Posts Tagged “Titus”

Resting at the River's Edge Logo 2013Resting at the River's Edge Logo 2013

While fall doesn’t officially start until about three weeks into the month, the beginning of September always feels like the beginning of fall to me. And it’s always a time when routines are adjusted to the change in schedules. Be sure to keep your Bible reading in your schedule! Our Resting at the River’s Edge schedule will help you stay on track, reading four or five chapters each weekday. If you fall behind, don’t worry about it! That’s why we only schedule readings on weekdays – so we can use the weekend to catch up. And if you can’t catch up on weekends, still don’t worry about it! Just keep reading at a pace that allows you to enjoy God’s Word. I’m confident that God will reveal Himself to you as you take time to get to know Him.

Click on one of the following buttons to open a PDF file of the September/October bookmark or all bookmarks. After the file has opened, you can print it or save it to your hard drive from your browser’s file menu.

Click here for the Sept/Oct 2013 recommended reading bookmark. Click here to download all bookmarks for 2013.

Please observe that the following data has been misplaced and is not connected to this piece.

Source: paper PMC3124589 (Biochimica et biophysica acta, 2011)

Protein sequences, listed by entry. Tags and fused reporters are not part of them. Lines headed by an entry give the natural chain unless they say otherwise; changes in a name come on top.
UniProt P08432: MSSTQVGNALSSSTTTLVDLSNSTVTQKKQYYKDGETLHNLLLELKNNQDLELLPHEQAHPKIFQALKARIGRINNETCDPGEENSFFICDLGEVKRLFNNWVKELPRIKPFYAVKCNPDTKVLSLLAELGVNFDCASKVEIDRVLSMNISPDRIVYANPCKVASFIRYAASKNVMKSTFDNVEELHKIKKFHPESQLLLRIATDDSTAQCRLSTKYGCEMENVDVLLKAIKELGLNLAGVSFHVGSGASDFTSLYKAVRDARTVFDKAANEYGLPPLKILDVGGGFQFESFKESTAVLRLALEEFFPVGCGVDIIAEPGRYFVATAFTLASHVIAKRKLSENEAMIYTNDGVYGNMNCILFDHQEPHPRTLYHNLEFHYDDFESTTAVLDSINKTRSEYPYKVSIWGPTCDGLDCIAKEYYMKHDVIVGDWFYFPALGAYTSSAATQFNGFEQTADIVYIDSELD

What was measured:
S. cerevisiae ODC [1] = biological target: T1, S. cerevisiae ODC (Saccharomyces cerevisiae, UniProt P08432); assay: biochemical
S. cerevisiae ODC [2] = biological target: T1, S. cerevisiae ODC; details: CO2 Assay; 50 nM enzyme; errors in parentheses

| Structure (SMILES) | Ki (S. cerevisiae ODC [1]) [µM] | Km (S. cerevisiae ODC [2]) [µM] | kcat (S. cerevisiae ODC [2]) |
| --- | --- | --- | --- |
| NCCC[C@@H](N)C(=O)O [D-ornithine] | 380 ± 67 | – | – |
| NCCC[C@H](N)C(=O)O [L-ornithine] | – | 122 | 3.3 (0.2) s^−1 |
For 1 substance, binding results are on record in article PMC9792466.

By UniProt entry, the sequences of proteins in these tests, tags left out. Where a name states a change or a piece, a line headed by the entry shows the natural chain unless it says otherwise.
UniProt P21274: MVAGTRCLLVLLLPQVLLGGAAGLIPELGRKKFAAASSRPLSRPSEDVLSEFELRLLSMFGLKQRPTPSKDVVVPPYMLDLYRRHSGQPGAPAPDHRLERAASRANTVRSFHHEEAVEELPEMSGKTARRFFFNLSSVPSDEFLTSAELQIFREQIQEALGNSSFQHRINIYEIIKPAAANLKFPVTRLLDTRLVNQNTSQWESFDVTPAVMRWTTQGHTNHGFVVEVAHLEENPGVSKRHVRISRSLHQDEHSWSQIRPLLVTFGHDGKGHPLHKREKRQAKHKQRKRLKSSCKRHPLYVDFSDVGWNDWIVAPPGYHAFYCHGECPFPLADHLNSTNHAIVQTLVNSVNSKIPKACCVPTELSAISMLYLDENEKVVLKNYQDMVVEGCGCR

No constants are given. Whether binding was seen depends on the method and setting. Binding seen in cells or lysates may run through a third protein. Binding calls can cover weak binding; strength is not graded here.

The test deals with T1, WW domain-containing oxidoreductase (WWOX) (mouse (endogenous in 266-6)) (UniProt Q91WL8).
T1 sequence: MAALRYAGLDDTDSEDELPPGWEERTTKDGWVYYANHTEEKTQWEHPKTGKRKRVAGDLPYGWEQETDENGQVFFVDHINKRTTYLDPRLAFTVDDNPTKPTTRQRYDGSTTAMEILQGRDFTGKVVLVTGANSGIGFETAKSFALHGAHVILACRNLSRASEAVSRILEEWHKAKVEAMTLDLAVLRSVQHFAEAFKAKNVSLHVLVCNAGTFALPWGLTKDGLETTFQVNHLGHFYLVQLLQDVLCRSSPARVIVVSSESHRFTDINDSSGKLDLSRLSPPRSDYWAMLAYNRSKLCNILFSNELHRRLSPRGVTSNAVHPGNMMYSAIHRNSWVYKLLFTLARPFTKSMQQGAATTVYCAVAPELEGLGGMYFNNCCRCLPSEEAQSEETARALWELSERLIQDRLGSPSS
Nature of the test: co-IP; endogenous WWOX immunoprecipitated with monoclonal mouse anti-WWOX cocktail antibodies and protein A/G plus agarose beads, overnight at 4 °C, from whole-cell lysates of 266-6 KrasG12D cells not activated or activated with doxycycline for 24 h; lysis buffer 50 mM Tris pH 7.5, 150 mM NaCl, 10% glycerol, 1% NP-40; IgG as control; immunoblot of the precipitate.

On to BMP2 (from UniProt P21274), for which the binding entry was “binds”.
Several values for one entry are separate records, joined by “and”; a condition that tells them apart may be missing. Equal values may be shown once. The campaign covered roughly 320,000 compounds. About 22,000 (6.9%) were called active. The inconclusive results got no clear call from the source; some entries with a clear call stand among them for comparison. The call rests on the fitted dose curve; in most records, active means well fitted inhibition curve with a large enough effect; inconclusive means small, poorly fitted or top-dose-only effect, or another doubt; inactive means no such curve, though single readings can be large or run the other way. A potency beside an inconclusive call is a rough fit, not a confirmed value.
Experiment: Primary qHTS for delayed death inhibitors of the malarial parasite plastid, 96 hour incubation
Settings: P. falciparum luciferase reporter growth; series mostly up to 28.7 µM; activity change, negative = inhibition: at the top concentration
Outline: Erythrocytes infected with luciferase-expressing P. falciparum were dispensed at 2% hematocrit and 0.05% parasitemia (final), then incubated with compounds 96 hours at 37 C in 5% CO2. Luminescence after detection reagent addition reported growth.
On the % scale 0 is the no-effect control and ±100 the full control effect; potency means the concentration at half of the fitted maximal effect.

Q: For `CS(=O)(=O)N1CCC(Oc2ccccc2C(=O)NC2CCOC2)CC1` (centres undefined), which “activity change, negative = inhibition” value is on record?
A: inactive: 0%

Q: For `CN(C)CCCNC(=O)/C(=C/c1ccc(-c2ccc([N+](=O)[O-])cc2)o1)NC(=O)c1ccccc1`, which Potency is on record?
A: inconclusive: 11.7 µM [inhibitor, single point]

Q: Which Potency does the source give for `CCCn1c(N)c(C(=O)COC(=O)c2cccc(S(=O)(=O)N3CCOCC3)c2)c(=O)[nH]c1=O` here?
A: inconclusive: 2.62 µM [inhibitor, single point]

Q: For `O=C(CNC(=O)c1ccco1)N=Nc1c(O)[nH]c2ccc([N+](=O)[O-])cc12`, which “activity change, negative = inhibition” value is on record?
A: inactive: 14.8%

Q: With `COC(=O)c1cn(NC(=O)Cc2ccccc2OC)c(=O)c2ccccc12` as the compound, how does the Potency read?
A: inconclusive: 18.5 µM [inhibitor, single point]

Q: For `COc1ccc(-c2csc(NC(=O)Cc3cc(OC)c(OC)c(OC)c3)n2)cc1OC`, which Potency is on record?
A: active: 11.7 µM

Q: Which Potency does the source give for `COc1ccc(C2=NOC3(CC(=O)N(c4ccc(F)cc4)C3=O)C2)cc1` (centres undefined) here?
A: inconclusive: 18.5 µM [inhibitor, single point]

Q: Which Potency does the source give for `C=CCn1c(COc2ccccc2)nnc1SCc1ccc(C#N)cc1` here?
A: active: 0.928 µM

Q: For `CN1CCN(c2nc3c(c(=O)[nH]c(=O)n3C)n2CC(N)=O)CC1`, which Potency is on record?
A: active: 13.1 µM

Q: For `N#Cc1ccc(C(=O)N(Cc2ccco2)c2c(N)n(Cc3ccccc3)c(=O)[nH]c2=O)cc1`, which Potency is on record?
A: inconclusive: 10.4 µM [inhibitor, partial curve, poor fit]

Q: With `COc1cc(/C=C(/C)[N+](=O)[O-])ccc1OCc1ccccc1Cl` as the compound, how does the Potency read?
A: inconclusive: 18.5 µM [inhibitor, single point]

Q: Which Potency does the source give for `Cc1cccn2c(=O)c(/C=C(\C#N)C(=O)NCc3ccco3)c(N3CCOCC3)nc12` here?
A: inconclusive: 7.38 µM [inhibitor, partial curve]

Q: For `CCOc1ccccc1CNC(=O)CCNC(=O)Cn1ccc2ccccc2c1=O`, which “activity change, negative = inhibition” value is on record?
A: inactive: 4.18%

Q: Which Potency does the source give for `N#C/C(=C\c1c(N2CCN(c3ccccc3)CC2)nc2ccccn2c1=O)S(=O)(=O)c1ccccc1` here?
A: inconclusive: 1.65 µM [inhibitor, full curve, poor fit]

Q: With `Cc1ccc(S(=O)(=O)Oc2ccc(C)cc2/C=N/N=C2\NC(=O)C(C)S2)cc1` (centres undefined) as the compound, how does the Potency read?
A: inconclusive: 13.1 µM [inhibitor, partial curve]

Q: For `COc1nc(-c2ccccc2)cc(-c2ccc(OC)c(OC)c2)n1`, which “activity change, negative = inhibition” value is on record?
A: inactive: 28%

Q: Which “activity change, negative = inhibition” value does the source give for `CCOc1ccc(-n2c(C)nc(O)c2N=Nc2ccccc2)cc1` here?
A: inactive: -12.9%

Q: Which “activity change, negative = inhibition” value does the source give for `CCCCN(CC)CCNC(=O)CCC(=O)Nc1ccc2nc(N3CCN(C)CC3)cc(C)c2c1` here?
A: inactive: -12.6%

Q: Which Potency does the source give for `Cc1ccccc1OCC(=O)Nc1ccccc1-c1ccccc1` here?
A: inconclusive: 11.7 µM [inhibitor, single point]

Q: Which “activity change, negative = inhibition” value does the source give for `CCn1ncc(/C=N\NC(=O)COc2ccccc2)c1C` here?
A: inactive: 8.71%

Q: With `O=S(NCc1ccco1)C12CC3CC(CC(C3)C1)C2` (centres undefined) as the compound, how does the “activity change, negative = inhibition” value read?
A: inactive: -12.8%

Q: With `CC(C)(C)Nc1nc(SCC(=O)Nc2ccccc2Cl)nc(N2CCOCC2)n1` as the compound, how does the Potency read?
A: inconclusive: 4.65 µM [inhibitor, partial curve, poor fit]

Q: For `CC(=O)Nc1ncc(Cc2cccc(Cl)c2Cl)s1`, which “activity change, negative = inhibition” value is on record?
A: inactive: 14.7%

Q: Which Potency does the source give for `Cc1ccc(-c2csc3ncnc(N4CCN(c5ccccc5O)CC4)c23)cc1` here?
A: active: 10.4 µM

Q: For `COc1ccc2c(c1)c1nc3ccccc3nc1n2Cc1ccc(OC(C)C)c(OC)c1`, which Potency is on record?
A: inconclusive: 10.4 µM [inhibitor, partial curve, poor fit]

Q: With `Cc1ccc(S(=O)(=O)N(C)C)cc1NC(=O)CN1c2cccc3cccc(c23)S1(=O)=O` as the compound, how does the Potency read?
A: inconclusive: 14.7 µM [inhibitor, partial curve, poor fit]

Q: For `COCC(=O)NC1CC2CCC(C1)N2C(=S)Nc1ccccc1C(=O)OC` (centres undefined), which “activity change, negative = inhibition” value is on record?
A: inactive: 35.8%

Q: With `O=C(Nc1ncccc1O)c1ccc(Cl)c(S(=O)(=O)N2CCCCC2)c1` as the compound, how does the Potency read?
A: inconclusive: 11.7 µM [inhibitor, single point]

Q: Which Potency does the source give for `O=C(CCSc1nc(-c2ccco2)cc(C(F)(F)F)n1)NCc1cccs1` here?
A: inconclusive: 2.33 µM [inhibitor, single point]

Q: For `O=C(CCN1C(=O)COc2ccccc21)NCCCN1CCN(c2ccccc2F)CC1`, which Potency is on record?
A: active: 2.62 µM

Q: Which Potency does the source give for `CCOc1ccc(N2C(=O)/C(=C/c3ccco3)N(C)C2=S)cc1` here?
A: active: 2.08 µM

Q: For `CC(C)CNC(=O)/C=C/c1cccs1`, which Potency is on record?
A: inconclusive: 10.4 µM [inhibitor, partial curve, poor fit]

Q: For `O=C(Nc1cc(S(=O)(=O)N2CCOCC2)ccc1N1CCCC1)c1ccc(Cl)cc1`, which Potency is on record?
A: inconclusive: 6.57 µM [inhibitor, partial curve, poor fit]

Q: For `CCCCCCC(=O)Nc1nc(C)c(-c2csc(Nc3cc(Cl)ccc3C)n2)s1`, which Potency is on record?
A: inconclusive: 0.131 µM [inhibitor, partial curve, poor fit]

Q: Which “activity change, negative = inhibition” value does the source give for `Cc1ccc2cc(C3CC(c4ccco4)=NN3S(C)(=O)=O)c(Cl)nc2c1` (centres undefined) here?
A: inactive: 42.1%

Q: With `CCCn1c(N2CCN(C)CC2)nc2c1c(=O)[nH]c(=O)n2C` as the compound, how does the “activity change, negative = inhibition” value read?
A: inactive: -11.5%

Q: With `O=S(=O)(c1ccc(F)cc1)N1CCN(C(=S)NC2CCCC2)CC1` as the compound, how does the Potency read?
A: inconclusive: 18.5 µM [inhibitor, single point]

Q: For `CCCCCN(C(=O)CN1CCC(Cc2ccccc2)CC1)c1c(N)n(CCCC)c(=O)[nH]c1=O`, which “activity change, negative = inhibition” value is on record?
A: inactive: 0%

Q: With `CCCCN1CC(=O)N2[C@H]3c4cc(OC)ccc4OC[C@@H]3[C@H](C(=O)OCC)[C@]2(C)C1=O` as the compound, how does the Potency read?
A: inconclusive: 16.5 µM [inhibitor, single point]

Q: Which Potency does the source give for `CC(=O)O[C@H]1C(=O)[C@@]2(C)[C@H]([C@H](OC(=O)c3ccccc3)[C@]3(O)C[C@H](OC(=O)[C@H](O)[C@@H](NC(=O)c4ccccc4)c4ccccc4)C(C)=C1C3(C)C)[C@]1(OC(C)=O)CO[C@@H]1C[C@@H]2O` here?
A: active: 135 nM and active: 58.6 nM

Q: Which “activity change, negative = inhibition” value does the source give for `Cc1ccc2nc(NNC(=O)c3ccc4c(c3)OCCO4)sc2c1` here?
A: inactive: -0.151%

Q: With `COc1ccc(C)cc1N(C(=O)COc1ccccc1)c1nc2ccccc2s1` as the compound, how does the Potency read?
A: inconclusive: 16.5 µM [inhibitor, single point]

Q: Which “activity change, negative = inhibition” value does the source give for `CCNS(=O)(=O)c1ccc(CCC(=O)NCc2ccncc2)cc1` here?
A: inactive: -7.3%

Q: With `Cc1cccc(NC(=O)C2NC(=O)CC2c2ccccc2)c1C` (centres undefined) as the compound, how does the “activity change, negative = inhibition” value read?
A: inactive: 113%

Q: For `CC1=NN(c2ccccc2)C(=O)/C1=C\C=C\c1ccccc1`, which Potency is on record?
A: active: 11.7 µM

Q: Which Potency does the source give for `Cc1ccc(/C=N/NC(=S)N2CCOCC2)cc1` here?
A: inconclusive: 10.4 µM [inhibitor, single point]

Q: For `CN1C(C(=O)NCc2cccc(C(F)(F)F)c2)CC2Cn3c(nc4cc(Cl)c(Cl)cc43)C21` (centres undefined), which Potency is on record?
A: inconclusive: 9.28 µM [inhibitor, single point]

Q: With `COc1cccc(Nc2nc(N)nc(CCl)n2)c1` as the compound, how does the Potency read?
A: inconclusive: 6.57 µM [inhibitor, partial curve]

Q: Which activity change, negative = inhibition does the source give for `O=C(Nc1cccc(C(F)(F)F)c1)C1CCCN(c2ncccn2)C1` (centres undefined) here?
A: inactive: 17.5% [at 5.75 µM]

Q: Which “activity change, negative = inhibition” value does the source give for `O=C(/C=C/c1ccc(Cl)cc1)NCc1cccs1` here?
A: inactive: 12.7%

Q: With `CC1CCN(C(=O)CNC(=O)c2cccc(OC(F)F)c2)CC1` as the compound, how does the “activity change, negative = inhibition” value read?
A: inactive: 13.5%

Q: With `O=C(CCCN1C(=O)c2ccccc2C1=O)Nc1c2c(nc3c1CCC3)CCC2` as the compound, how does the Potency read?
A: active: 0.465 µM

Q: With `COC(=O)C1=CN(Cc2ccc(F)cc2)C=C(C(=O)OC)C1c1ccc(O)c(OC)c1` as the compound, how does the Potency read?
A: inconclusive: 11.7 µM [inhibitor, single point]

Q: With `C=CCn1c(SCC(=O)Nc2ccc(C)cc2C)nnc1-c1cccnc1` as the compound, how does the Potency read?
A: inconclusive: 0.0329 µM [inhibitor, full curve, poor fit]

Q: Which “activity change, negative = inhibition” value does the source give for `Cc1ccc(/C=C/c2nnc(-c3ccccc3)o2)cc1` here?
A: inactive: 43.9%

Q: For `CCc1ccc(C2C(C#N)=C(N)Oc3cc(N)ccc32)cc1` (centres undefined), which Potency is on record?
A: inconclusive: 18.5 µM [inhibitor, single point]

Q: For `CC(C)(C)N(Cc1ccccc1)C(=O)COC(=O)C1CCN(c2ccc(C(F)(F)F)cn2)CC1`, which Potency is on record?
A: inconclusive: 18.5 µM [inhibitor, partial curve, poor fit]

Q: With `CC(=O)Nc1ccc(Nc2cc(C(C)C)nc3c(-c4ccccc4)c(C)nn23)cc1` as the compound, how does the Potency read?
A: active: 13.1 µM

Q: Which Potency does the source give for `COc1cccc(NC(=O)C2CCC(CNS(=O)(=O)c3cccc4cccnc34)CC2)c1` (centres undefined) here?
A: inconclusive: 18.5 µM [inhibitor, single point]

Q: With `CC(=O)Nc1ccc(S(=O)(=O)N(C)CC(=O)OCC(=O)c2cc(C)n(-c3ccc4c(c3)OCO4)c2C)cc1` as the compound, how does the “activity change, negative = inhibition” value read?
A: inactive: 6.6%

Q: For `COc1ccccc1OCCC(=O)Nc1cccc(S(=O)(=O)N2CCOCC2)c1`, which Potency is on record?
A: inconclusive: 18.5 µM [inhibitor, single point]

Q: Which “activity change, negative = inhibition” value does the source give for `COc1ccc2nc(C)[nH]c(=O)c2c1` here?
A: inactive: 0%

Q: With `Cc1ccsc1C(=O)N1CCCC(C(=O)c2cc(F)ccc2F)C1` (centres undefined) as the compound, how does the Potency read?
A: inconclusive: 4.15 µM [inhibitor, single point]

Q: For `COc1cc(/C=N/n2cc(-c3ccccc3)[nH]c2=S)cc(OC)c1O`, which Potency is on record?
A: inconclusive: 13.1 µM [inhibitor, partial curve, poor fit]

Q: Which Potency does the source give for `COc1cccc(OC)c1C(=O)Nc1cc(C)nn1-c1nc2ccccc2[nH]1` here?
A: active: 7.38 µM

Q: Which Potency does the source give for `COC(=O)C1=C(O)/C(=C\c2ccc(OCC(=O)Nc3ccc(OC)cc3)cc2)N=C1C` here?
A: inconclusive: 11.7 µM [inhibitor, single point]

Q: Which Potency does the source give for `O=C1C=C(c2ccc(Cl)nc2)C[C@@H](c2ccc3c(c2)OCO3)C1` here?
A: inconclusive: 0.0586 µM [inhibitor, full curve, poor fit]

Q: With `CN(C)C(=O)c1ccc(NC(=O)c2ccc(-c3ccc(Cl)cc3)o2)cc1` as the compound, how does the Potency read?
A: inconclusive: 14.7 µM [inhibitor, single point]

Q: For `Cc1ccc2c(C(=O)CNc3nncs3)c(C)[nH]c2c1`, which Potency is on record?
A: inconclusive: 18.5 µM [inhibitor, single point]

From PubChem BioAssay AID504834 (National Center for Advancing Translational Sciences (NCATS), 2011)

The September Reading Schedule also appears at the end of this blog.

I look forward to hearing from you about how God is speaking to you through His Word during the coming month. Email me, leave a message on our Apprehending Grace Facebook page, or post a comment at the end of any blog.

Blessings, Friends!
Sandy

The recommended reading schedule for September is below.

Resting at the River's Edge Reading Schedule for September 2013

Here’s how the Resting at the River’s Edge reading schedules are organized:

  • The first two columns of the schedule allow you to read through the Old Testament once and the New Testament twice over a two-year period. You will typically read about three chapters a day if you follow this reading plan.
  • The “Additional Readings” column put you on a plan to read through the entire Bible in one year. You will read between four and five chapters a day if you follow this plan.

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Living God's HeartLiving Gods HeartI find that there are certain conditions in my life that lead to holy boldness:

Confidence – When I am feeling confident, I am bold, not timid.

Freedom – When I am experiencing freedom, I am bold because there’s nothing that is hindering me from being so.

Security – When I am feeling secure, I can make bold moves instead of playing it safe.

Being loved – When I know I am loved and will be loved even if I fail, I can step out in boldness, not being limited by any fear of what others will think.

Having hope – When I have hope, I can climb mountains that are otherwise too overwhelming.

All of these things are found in faith. All of these things are results of a faith-filled heart. Boldness – holy boldness – comes from a faith-filled heart, and it is the difference between timidly attempting the assignments God has given me and boldly attacking the assignments He has designed for my life.